This research is expected to provide new capabilities in robotic workcell safety and monitoring, allowing people and industrial robots to work safely and effectively in the same environment. Such capabilities would improve the efficiency of existing robotic workcells, since the robot would not be required to stop whenever a person enters the workspace (as is current practice). Furthermore, new manufacturing processes that involve robots and people working together on a single task would be enabled.

  • Virtualized Welding: A New Paradigm for Intelligent Welding Robots in Unstructured Environment. $800,000 to the University of Kentucky Research Foundation.

    This project is to develop a new robotic platform with novel 3D modeling and visualization algorithms. An existing “dumb” welding robot will be augmented with sensors to observe the work piece, as well as its surroundings. New algorithms will be developed to record and reconstruct in 3D the welding process.

    The reconstructed data are transmitted to a control room and visualized with augmented reality techniques: A skilled welder can look at the welding process from different angles, as if he/she was right next to the actual welding system. Welding parameters can be adjusted by the human (with intelligence) and executed by the robot (with precision). More importantly, the adjustment, together with the reconstructed welding process, will be recorded and analyzed. System modeling techniques will be developed to correlate the human adjustment with the 3D reconstruction of the welding process. In this way, a welding robot can “learn by examples” the knowledge and experiences of a human welder and make similar intelligent adjustments by itself in the future.

    The primary use for this new technology is in manufacturing. Successful completion of the proposed project paves the foundation for intelligent welding robots with closed-loop intelligent control. Such a robotic system can perform high-speed and high-precision welding while allowing more variations in the work pieces and environments. In addition, virtualized welding can be integrated with a mobile platform to allow welding in places that are hazardous or unsuitable for human welders. The proposed welding extension platform will significantly expand the use of welding robots as well as reduce manufacturing costs.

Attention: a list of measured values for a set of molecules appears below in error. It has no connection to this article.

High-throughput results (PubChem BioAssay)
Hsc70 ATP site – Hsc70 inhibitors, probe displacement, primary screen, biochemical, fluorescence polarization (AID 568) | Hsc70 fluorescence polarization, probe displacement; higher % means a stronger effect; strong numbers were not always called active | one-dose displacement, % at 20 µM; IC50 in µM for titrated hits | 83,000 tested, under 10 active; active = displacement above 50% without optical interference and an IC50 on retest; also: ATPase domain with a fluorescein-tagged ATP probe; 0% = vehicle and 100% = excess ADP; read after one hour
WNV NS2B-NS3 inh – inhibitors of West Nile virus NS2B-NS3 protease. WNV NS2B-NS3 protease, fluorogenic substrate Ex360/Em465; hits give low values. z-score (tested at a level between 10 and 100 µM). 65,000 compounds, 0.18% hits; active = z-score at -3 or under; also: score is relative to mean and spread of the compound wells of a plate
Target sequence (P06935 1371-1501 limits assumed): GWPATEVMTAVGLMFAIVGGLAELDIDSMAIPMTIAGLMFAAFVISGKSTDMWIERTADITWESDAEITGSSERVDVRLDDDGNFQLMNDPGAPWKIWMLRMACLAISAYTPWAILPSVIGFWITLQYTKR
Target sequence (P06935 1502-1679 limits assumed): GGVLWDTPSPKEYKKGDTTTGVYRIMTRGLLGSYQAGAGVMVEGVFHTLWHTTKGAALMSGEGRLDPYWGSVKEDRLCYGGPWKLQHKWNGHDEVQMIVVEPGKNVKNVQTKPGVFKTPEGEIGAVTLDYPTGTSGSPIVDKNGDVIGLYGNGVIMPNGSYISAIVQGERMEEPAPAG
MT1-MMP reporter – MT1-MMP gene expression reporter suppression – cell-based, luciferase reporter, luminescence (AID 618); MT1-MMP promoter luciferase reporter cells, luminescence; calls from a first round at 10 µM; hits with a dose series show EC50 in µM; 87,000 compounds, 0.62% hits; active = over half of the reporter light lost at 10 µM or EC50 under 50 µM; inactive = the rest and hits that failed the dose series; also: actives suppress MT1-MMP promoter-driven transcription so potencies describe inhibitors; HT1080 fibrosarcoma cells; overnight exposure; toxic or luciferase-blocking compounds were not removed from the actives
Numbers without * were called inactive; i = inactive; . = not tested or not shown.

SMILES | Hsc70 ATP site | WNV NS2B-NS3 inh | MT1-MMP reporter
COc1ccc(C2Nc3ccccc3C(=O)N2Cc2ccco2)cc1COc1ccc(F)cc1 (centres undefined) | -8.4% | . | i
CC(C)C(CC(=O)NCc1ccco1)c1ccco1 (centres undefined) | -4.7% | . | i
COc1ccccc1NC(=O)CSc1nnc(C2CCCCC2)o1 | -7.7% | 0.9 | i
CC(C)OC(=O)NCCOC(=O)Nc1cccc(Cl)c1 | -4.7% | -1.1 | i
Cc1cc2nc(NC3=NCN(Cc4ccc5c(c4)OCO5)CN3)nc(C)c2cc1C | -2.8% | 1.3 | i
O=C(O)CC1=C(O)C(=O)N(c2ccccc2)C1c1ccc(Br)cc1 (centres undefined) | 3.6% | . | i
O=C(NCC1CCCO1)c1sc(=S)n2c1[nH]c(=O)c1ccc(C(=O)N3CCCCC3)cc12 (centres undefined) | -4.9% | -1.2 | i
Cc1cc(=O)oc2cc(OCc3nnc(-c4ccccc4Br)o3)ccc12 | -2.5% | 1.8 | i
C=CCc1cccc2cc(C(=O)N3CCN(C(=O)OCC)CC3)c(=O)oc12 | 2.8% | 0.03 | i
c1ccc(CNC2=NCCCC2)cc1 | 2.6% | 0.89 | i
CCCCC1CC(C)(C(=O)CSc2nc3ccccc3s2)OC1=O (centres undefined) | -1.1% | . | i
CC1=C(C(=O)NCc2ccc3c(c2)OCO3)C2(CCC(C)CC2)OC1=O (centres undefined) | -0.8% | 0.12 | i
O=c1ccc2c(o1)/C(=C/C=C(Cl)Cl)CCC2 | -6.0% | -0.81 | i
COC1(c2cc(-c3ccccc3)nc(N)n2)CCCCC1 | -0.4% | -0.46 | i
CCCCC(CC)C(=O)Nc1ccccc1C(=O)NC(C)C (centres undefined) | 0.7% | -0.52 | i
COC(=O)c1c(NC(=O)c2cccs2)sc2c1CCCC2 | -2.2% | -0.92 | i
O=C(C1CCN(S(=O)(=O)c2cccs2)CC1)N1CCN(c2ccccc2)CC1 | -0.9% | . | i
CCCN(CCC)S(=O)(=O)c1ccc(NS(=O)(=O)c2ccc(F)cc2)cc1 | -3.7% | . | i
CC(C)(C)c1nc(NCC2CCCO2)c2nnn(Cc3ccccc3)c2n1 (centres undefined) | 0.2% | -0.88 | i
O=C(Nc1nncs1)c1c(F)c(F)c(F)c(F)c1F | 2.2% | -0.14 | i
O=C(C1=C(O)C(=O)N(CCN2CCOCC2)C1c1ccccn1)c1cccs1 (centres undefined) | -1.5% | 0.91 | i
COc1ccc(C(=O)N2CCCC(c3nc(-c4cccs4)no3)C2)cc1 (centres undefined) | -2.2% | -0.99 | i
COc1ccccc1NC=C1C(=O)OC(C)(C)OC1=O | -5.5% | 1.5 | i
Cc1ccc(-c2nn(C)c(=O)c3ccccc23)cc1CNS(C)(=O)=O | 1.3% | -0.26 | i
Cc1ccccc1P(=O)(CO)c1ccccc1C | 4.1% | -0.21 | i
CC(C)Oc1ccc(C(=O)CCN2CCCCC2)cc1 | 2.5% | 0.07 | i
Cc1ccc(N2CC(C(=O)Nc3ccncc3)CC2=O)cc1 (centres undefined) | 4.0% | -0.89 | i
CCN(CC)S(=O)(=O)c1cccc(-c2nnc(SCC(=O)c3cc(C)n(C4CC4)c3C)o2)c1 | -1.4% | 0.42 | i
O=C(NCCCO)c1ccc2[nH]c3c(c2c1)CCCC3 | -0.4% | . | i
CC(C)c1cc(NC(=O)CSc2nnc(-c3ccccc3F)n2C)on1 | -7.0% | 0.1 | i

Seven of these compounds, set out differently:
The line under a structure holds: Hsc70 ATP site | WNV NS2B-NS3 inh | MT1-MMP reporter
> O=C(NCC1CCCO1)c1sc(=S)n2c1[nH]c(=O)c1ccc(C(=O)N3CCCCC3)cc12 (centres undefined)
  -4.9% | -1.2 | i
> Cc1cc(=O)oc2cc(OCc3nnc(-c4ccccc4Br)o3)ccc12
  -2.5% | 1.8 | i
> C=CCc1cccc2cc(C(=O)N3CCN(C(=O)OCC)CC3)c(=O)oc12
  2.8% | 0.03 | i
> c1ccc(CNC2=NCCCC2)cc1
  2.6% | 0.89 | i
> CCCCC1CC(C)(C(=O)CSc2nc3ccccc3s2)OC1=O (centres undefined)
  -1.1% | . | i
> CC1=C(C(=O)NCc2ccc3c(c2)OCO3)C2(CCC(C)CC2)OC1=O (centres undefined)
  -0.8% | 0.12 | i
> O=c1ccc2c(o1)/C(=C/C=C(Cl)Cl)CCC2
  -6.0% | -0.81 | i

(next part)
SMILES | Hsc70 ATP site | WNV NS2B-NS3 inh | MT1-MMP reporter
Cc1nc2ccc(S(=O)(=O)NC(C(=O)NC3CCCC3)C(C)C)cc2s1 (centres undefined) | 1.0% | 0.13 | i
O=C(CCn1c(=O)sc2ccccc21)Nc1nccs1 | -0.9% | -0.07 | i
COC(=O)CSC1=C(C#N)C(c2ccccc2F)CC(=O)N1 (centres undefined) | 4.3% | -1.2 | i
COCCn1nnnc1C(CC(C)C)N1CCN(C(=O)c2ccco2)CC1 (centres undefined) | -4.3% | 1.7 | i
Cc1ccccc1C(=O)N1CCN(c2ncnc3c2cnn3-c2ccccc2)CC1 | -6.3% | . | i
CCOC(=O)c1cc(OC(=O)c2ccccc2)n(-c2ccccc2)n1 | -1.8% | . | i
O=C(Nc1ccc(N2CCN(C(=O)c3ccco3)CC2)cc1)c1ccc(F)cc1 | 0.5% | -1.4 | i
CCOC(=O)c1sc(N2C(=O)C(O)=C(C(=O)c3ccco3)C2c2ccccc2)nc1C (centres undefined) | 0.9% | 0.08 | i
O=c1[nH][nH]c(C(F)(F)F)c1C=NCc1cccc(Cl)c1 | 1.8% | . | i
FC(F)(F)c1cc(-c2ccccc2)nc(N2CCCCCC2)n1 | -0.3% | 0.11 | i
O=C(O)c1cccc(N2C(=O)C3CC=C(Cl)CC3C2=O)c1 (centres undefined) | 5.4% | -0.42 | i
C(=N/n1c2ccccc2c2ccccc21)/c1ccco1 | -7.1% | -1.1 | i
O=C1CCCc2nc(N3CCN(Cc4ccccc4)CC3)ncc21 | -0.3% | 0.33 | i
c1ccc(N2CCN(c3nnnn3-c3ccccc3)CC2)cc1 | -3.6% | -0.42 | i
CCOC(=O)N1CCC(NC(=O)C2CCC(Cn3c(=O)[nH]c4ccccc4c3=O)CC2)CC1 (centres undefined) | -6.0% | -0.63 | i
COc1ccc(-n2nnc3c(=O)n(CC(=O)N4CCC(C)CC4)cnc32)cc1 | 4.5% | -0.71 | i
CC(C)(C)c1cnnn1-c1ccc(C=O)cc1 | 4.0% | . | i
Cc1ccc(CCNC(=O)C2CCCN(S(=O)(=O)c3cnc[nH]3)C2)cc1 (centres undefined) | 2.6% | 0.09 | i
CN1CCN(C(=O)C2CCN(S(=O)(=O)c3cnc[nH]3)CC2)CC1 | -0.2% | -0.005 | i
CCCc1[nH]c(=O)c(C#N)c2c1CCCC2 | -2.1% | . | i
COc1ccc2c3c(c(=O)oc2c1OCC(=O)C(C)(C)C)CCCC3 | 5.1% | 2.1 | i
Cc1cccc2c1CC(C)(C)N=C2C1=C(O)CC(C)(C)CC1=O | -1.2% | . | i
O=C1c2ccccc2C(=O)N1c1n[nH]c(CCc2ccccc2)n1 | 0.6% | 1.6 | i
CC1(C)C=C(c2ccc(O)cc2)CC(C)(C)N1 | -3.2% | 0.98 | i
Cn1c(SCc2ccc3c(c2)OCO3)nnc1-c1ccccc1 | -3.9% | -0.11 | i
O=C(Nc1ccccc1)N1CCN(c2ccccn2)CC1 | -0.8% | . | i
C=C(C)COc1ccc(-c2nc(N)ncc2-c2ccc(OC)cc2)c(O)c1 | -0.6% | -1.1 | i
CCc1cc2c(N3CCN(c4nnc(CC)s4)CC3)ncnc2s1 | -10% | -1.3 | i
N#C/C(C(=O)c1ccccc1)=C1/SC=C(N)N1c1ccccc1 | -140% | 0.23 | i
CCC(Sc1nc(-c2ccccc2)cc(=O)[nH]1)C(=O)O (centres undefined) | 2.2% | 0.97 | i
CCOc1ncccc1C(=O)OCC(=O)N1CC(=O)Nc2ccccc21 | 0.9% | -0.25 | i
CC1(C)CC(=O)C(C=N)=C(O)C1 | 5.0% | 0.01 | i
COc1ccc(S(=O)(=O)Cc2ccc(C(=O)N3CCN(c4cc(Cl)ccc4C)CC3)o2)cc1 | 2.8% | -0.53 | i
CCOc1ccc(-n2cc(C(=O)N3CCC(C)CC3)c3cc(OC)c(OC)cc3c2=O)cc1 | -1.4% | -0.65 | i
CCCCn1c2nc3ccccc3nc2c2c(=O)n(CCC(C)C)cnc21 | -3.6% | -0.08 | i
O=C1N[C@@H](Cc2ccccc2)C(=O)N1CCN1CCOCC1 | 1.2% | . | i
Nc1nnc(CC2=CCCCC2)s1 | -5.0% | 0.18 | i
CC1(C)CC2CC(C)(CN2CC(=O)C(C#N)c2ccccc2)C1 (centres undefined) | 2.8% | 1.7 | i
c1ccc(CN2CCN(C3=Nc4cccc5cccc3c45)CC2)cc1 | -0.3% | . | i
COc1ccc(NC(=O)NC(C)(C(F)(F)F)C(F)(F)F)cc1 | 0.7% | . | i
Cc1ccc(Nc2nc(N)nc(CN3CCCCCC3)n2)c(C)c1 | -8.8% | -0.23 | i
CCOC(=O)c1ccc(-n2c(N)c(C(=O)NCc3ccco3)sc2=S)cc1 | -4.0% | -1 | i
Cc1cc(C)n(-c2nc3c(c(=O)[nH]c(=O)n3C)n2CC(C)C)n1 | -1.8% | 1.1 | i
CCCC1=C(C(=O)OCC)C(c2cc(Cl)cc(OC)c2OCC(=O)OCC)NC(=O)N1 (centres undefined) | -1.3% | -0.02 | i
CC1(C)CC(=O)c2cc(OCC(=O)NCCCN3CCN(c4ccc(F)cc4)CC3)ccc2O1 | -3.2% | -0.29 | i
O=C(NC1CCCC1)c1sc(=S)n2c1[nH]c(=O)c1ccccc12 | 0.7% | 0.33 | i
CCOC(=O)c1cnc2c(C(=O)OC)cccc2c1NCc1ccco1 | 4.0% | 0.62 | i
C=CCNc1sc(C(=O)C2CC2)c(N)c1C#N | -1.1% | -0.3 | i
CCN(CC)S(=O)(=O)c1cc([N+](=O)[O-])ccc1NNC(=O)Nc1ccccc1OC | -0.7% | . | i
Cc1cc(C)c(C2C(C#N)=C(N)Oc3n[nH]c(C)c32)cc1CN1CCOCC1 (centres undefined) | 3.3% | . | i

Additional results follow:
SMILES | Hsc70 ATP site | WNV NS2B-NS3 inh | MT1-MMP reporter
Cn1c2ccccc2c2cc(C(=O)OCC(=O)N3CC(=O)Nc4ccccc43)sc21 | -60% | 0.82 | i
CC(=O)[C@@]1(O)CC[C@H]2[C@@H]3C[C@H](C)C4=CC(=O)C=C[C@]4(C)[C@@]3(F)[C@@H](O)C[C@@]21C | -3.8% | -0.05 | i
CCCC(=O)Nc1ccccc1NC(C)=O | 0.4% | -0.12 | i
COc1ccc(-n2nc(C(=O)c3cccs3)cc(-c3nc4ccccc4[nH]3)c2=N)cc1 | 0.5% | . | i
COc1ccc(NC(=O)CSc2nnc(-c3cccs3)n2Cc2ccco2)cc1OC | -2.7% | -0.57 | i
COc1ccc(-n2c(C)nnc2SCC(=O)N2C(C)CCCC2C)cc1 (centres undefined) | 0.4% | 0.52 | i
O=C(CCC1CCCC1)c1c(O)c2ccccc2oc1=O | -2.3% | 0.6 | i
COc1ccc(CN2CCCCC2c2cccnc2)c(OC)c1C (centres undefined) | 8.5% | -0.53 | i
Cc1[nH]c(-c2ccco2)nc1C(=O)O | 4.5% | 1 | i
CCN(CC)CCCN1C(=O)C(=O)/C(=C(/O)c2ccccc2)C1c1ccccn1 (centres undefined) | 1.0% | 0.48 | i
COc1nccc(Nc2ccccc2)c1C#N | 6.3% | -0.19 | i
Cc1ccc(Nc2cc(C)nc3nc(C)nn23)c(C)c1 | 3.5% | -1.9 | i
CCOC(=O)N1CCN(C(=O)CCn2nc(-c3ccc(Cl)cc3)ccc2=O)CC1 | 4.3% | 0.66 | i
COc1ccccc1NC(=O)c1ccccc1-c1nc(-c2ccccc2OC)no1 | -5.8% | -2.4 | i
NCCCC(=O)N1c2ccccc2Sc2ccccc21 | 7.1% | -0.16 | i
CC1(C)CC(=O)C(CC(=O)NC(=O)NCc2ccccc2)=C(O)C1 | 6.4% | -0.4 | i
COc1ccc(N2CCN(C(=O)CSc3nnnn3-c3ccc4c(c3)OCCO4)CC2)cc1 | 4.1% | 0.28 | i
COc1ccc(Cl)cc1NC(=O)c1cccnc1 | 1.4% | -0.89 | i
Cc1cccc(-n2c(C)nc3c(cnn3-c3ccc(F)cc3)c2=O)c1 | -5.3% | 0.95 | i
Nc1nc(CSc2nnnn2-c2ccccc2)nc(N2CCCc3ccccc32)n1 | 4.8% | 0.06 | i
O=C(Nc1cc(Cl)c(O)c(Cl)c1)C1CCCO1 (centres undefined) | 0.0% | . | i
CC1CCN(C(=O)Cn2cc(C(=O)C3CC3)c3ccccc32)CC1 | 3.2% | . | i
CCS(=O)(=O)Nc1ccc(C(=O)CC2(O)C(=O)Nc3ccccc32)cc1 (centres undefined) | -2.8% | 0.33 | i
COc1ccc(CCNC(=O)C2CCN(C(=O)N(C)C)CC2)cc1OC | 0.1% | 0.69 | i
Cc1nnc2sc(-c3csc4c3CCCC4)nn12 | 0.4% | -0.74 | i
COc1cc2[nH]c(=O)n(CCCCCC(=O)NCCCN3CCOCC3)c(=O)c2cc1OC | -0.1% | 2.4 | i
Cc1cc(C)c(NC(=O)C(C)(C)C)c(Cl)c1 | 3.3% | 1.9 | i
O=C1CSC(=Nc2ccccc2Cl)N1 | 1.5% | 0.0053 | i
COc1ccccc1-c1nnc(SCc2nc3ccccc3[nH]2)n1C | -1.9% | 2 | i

September 15, 2012 in Manufacturing, Policy | Permalink | Comments (4) | TrackBack (0)

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Comments

Why si is much research being funded by the government?

Bureaucrats and ivory tower types don't produce anyhting useful very often.

That si where th rfunds ar egoing instead of to the R&D labs of the Robot manufacturers,whoa) know what th estae oif the art is b) know where th elimitations are'c) and can use the funds more usefullly.

I'd bet with the size of thee "awards" more thna half the funds will go to the bureaucrats shuffling papers, administering the contracts, and accomplishing nothing! The balance will go to ivory tower types with little familarity with the State of the Art.

The NSF is NOT an engineering research organization. It specialises in pure Research in the medical, biological, and hard sciences, not engineering.

Its like chartering the NSF to run the Apollo Project to the Moon,instead of NASA.

Perhaps they should be funding literacy programs, D. Funding R&D is the key to a nation surviving. Japan became an economic powerhouse because the government Ministry of International Trade and Industry gave just such funding. If America want's to have the next great innovation, it's not going to come from a trans national, buddy.

How about a couple bots smart enough to enter Fukushima and cool down / safely contain the fuel rods?? Of course they have to be able to handle electronics-destroying radiation - something no one seems to have thought of.

i love American Govt. great job in this nice regard.thanks for updating..
http://tinyurl.com/8p39had